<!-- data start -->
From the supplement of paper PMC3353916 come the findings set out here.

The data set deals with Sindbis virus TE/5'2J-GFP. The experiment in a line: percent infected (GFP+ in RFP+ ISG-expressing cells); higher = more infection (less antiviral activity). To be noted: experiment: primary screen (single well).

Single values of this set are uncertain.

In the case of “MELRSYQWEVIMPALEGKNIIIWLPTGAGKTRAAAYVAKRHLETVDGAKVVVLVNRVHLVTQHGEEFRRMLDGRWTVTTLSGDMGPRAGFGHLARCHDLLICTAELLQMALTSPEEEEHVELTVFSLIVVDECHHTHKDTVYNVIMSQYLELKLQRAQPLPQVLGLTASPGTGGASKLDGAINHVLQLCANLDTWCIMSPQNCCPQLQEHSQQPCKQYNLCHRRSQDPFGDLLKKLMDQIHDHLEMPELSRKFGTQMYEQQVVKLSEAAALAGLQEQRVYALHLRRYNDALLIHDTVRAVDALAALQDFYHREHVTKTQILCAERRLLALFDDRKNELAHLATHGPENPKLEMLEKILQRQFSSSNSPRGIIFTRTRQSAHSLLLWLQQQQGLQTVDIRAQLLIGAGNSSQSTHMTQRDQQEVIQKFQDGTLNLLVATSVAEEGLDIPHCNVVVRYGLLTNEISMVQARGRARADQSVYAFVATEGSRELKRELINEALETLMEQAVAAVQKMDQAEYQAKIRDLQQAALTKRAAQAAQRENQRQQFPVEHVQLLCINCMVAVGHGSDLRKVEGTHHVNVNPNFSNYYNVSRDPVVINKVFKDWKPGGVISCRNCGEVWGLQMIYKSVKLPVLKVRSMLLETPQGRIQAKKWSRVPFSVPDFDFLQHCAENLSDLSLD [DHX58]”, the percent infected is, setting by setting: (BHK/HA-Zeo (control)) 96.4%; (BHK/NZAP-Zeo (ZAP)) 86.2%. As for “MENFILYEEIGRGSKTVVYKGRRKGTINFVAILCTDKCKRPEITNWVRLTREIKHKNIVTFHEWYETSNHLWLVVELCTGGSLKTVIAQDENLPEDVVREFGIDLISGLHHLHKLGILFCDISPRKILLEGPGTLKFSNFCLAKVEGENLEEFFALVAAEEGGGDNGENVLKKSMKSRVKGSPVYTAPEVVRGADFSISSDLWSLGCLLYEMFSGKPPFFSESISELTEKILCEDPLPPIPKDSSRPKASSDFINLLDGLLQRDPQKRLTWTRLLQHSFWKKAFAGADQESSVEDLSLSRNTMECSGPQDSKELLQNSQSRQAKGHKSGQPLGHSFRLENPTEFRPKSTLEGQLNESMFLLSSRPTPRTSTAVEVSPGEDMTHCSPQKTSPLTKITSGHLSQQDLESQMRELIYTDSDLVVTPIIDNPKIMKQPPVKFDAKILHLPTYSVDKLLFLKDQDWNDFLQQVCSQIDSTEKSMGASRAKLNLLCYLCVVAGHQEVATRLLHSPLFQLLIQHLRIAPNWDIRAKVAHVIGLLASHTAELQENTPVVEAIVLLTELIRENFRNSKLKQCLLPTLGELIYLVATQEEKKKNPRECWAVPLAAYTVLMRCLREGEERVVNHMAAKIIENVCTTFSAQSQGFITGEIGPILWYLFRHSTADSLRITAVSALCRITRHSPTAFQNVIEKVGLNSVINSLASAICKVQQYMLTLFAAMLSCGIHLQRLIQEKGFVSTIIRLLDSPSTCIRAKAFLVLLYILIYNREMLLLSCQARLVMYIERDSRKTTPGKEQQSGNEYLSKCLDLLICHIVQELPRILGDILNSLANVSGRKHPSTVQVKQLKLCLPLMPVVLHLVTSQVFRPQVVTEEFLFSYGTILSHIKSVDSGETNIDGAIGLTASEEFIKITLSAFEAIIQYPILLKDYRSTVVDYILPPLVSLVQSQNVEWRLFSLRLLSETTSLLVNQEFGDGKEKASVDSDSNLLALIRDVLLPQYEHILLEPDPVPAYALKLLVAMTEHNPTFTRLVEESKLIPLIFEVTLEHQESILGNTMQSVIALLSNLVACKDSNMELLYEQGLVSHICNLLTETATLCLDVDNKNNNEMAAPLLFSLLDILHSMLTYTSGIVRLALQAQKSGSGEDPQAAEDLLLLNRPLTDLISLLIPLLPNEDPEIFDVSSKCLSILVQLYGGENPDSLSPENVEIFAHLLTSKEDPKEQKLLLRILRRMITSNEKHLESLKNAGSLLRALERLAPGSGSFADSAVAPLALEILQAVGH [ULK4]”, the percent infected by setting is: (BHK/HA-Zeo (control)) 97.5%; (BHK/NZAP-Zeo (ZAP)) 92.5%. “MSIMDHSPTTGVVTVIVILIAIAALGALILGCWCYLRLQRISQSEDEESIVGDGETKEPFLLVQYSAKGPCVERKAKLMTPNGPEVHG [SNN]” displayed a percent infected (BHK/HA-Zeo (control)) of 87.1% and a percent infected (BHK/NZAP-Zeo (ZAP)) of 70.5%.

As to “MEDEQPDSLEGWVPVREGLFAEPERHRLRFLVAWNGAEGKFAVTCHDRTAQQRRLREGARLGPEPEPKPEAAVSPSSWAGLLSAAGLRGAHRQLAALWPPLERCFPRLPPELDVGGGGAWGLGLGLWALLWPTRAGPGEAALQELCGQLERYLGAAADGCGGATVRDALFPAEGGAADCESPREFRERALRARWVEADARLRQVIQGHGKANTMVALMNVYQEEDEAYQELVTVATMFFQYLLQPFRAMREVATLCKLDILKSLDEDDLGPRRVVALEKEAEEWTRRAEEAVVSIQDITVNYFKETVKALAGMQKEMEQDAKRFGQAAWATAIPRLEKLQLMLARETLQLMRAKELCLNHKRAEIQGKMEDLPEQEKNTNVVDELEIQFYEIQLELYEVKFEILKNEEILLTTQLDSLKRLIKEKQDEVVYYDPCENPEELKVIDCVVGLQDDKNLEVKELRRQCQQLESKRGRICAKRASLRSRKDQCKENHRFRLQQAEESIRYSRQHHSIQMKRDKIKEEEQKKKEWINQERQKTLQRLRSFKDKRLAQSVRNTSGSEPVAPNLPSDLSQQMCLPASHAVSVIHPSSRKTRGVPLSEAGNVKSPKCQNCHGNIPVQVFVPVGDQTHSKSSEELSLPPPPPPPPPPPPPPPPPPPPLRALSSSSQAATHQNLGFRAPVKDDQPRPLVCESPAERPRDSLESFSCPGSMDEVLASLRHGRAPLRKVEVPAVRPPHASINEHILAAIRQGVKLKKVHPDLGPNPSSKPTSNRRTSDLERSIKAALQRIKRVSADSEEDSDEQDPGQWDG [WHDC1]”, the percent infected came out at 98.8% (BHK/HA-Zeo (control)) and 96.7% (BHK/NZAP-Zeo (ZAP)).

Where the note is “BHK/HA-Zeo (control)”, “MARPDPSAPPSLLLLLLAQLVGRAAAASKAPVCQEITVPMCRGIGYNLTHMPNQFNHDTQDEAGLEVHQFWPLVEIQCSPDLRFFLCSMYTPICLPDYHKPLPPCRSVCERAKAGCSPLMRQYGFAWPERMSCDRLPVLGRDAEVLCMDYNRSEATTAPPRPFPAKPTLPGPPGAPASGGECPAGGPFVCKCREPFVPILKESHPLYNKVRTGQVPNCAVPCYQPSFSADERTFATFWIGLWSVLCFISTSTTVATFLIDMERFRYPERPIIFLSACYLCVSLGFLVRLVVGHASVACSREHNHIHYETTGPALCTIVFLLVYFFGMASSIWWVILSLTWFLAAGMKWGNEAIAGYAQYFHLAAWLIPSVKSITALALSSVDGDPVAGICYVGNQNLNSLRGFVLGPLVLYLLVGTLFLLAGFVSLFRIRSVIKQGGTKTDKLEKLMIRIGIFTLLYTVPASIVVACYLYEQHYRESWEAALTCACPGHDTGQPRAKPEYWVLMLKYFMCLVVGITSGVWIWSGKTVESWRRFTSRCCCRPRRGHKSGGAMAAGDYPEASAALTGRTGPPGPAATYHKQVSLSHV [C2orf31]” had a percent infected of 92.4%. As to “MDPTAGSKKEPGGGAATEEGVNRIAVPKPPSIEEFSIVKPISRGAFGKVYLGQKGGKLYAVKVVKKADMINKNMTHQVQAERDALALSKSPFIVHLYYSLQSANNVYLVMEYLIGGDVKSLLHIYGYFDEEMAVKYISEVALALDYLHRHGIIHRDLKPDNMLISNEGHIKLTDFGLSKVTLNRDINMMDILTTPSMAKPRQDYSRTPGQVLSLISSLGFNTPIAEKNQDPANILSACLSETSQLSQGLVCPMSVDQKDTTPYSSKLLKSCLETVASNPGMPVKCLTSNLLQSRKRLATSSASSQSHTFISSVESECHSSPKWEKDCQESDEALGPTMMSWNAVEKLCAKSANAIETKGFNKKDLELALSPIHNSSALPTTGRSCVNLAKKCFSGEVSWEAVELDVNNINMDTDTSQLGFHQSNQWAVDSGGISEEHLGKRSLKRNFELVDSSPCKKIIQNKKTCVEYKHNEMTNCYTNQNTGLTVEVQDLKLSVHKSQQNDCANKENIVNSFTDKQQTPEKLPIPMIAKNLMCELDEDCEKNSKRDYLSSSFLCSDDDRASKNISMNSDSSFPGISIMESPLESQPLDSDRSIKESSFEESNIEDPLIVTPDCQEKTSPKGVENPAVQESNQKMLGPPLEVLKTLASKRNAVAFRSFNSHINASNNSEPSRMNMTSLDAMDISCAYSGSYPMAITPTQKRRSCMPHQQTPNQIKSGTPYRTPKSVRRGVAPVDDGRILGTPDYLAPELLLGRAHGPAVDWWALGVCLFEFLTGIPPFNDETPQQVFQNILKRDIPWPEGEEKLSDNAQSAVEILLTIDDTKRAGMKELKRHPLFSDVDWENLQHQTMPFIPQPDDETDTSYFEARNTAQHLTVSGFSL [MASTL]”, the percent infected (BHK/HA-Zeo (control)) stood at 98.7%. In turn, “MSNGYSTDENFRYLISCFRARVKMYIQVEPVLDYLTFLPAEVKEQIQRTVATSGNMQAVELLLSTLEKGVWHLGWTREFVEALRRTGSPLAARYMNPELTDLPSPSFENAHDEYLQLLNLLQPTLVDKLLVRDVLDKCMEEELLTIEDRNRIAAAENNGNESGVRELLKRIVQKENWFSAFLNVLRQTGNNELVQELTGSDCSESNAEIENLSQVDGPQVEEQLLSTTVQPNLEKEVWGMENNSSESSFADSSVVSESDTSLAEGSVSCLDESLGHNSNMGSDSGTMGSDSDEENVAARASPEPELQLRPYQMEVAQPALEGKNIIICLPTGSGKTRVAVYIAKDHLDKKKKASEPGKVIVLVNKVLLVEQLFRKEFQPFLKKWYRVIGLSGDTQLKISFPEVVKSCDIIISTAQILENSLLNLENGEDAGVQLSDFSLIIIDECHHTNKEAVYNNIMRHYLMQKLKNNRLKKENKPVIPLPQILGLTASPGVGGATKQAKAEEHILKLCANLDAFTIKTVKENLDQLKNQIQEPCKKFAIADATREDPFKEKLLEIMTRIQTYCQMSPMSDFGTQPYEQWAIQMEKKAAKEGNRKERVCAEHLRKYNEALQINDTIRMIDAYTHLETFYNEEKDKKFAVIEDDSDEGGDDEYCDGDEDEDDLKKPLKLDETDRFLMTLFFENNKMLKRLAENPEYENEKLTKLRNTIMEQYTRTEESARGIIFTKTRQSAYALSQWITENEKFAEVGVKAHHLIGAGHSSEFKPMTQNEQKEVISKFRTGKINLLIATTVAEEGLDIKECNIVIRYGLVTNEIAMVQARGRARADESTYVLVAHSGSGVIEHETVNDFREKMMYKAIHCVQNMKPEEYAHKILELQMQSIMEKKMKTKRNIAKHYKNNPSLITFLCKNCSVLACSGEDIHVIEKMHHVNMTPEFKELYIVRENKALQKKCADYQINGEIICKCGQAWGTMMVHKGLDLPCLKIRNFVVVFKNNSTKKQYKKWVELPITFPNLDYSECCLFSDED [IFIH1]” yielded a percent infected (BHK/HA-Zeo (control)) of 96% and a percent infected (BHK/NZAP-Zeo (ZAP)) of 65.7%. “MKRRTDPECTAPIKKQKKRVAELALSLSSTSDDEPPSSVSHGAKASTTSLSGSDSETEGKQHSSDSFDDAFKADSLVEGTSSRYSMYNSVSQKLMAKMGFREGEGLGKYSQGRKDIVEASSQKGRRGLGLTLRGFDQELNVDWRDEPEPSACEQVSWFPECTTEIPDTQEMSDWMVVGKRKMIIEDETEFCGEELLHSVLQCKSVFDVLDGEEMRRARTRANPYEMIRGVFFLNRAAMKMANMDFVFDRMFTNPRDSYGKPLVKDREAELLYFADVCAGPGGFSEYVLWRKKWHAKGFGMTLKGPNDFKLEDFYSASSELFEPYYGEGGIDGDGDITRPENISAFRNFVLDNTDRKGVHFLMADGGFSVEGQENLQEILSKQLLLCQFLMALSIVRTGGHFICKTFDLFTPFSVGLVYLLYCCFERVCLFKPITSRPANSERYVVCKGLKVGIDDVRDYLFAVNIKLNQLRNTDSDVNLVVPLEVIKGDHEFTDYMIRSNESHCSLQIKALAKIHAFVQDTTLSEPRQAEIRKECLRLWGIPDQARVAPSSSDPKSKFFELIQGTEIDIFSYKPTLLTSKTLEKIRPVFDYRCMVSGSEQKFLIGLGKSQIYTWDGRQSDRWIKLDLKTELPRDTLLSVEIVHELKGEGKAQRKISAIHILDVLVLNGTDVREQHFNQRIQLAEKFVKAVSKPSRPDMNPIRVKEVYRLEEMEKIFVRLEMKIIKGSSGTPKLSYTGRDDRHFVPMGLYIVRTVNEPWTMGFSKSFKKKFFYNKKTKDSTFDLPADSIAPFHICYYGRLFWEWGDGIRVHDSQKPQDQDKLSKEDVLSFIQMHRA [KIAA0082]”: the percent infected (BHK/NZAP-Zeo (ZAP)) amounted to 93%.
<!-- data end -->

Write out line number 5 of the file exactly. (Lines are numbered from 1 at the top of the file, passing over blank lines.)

As to “MEDEQPDSLEGWVPVREGLFAEPERHRLRFLVAWNGAEGKFAVTCHDRTAQQRRLREGARLGPEPEPKPEAAVSPSSWAGLLSAAGLRGAHRQLAALWPPLERCFPRLPPELDVGGGGAWGLGLGLWALLWPTRAGPGEAALQELCGQLERYLGAAADGCGGATVRDALFPAEGGAADCESPREFRERALRARWVEADARLRQVIQGHGKANTMVALMNVYQEEDEAYQELVTVATMFFQYLLQPFRAMREVATLCKLDILKSLDEDDLGPRRVVALEKEAEEWTRRAEEAVVSIQDITVNYFKETVKALAGMQKEMEQDAKRFGQAAWATAIPRLEKLQLMLARETLQLMRAKELCLNHKRAEIQGKMEDLPEQEKNTNVVDELEIQFYEIQLELYEVKFEILKNEEILLTTQLDSLKRLIKEKQDEVVYYDPCENPEELKVIDCVVGLQDDKNLEVKELRRQCQQLESKRGRICAKRASLRSRKDQCKENHRFRLQQAEESIRYSRQHHSIQMKRDKIKEEEQKKKEWINQERQKTLQRLRSFKDKRLAQSVRNTSGSEPVAPNLPSDLSQQMCLPASHAVSVIHPSSRKTRGVPLSEAGNVKSPKCQNCHGNIPVQVFVPVGDQTHSKSSEELSLPPPPPPPPPPPPPPPPPPPPLRALSSSSQAATHQNLGFRAPVKDDQPRPLVCESPAERPRDSLESFSCPGSMDEVLASLRHGRAPLRKVEVPAVRPPHASINEHILAAIRQGVKLKKVHPDLGPNPSSKPTSNRRTSDLERSIKAALQRIKRVSADSEEDSDEQDPGQWDG [WHDC1]”, the percent infected came out at 98.8% (BHK/HA-Zeo (control)) and 96.7% (BHK/NZAP-Zeo (ZAP)).